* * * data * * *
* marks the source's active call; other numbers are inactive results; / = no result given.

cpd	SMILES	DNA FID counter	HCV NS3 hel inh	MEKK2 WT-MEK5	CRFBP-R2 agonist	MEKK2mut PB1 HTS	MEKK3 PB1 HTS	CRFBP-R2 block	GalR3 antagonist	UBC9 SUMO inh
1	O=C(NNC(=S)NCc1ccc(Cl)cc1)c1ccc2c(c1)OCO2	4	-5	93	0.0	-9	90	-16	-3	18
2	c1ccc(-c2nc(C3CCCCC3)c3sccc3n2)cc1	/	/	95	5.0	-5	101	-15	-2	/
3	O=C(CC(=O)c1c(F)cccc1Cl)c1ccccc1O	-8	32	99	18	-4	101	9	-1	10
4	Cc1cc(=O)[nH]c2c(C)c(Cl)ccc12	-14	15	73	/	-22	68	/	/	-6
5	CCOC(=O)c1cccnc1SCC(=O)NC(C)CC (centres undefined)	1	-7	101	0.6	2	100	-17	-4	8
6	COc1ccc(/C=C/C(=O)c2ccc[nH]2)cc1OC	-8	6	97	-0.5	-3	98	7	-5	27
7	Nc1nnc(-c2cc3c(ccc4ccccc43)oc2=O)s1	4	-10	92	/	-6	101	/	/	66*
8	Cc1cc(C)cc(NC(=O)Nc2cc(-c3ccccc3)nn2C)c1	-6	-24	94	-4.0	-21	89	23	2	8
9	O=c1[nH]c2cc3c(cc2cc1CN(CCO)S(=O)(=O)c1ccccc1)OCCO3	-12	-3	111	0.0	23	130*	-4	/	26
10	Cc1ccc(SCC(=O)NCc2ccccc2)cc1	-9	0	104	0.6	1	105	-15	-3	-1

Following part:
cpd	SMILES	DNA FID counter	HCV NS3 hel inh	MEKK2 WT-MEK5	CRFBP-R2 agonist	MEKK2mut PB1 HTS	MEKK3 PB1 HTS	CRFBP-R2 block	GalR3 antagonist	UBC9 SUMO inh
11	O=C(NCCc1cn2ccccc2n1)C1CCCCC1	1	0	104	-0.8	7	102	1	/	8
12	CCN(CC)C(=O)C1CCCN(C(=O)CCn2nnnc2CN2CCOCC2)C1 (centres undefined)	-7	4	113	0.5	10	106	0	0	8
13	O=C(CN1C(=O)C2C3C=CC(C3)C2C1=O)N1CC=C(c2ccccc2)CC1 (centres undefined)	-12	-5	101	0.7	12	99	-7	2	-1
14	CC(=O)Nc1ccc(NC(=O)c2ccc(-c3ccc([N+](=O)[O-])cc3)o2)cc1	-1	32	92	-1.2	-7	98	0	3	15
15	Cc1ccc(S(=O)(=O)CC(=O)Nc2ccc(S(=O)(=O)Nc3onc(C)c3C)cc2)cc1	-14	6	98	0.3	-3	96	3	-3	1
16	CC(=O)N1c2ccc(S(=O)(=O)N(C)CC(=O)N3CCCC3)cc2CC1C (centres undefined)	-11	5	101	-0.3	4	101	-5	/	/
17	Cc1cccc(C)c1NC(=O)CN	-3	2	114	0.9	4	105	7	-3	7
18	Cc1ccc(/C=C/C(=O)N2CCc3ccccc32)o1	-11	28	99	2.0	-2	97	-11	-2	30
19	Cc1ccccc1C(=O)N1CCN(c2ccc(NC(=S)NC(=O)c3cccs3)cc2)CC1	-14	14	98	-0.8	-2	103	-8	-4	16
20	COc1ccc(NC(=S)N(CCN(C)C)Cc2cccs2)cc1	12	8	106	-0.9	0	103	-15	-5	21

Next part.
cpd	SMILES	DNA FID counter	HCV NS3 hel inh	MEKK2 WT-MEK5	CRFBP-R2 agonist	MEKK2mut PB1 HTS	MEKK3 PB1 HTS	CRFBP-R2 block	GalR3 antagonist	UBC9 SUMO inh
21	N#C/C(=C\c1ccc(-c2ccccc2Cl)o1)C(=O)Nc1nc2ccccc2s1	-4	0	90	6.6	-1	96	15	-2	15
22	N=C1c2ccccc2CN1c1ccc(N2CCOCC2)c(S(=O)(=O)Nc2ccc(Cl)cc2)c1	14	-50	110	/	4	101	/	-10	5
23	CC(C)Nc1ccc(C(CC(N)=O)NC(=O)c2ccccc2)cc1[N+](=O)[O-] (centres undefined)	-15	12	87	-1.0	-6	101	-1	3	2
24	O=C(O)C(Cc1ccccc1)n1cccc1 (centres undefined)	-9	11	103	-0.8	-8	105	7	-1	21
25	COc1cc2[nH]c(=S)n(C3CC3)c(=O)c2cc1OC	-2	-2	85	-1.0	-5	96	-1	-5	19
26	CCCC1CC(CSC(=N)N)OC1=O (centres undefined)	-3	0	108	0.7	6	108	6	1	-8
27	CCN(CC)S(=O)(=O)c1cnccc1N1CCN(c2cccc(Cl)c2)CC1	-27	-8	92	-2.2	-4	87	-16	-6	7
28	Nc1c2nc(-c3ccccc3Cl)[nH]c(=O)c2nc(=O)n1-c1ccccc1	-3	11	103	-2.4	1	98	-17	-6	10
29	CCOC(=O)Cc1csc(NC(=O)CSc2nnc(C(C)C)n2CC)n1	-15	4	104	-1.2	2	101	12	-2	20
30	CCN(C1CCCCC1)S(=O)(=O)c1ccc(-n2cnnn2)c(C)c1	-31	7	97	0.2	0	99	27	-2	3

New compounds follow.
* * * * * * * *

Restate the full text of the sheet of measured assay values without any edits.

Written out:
* marks the source's active call; other numbers are inactive results; / = no result given.

cpd	SMILES	DNA FID counter	HCV NS3 hel inh	MEKK2 WT-MEK5	CRFBP-R2 agonist	MEKK2mut PB1 HTS	MEKK3 PB1 HTS	CRFBP-R2 block	GalR3 antagonist	UBC9 SUMO inh
1	O=C(NNC(=S)NCc1ccc(Cl)cc1)c1ccc2c(c1)OCO2	4	-5	93	0.0	-9	90	-16	-3	18
2	c1ccc(-c2nc(C3CCCCC3)c3sccc3n2)cc1	/	/	95	5.0	-5	101	-15	-2	/
3	O=C(CC(=O)c1c(F)cccc1Cl)c1ccccc1O	-8	32	99	18	-4	101	9	-1	10
4	Cc1cc(=O)[nH]c2c(C)c(Cl)ccc12	-14	15	73	/	-22	68	/	/	-6
5	CCOC(=O)c1cccnc1SCC(=O)NC(C)CC (centres undefined)	1	-7	101	0.6	2	100	-17	-4	8
6	COc1ccc(/C=C/C(=O)c2ccc[nH]2)cc1OC	-8	6	97	-0.5	-3	98	7	-5	27
7	Nc1nnc(-c2cc3c(ccc4ccccc43)oc2=O)s1	4	-10	92	/	-6	101	/	/	66*
8	Cc1cc(C)cc(NC(=O)Nc2cc(-c3ccccc3)nn2C)c1	-6	-24	94	-4.0	-21	89	23	2	8
9	O=c1[nH]c2cc3c(cc2cc1CN(CCO)S(=O)(=O)c1ccccc1)OCCO3	-12	-3	111	0.0	23	130*	-4	/	26
10	Cc1ccc(SCC(=O)NCc2ccccc2)cc1	-9	0	104	0.6	1	105	-15	-3	-1

Following part:
cpd	SMILES	DNA FID counter	HCV NS3 hel inh	MEKK2 WT-MEK5	CRFBP-R2 agonist	MEKK2mut PB1 HTS	MEKK3 PB1 HTS	CRFBP-R2 block	GalR3 antagonist	UBC9 SUMO inh
11	O=C(NCCc1cn2ccccc2n1)C1CCCCC1	1	0	104	-0.8	7	102	1	/	8
12	CCN(CC)C(=O)C1CCCN(C(=O)CCn2nnnc2CN2CCOCC2)C1 (centres undefined)	-7	4	113	0.5	10	106	0	0	8
13	O=C(CN1C(=O)C2C3C=CC(C3)C2C1=O)N1CC=C(c2ccccc2)CC1 (centres undefined)	-12	-5	101	0.7	12	99	-7	2	-1
14	CC(=O)Nc1ccc(NC(=O)c2ccc(-c3ccc([N+](=O)[O-])cc3)o2)cc1	-1	32	92	-1.2	-7	98	0	3	15
15	Cc1ccc(S(=O)(=O)CC(=O)Nc2ccc(S(=O)(=O)Nc3onc(C)c3C)cc2)cc1	-14	6	98	0.3	-3	96	3	-3	1
16	CC(=O)N1c2ccc(S(=O)(=O)N(C)CC(=O)N3CCCC3)cc2CC1C (centres undefined)	-11	5	101	-0.3	4	101	-5	/	/
17	Cc1cccc(C)c1NC(=O)CN	-3	2	114	0.9	4	105	7	-3	7
18	Cc1ccc(/C=C/C(=O)N2CCc3ccccc32)o1	-11	28	99	2.0	-2	97	-11	-2	30
19	Cc1ccccc1C(=O)N1CCN(c2ccc(NC(=S)NC(=O)c3cccs3)cc2)CC1	-14	14	98	-0.8	-2	103	-8	-4	16
20	COc1ccc(NC(=S)N(CCN(C)C)Cc2cccs2)cc1	12	8	106	-0.9	0	103	-15	-5	21

Next part.
cpd	SMILES	DNA FID counter	HCV NS3 hel inh	MEKK2 WT-MEK5	CRFBP-R2 agonist	MEKK2mut PB1 HTS	MEKK3 PB1 HTS	CRFBP-R2 block	GalR3 antagonist	UBC9 SUMO inh
21	N#C/C(=C\c1ccc(-c2ccccc2Cl)o1)C(=O)Nc1nc2ccccc2s1	-4	0	90	6.6	-1	96	15	-2	15
22	N=C1c2ccccc2CN1c1ccc(N2CCOCC2)c(S(=O)(=O)Nc2ccc(Cl)cc2)c1	14	-50	110	/	4	101	/	-10	5
23	CC(C)Nc1ccc(C(CC(N)=O)NC(=O)c2ccccc2)cc1[N+](=O)[O-] (centres undefined)	-15	12	87	-1.0	-6	101	-1	3	2
24	O=C(O)C(Cc1ccccc1)n1cccc1 (centres undefined)	-9	11	103	-0.8	-8	105	7	-1	21
25	COc1cc2[nH]c(=S)n(C3CC3)c(=O)c2cc1OC	-2	-2	85	-1.0	-5	96	-1	-5	19
26	CCCC1CC(CSC(=N)N)OC1=O (centres undefined)	-3	0	108	0.7	6	108	6	1	-8
27	CCN(CC)S(=O)(=O)c1cnccc1N1CCN(c2cccc(Cl)c2)CC1	-27	-8	92	-2.2	-4	87	-16	-6	7
28	Nc1c2nc(-c3ccccc3Cl)[nH]c(=O)c2nc(=O)n1-c1ccccc1	-3	11	103	-2.4	1	98	-17	-6	10
29	CCOC(=O)Cc1csc(NC(=O)CSc2nnc(C(C)C)n2CC)n1	-15	4	104	-1.2	2	101	12	-2	20
30	CCN(C1CCCCC1)S(=O)(=O)c1ccc(-n2cnnn2)c(C)c1	-31	7	97	0.2	0	99	27	-2	3

New compounds follow.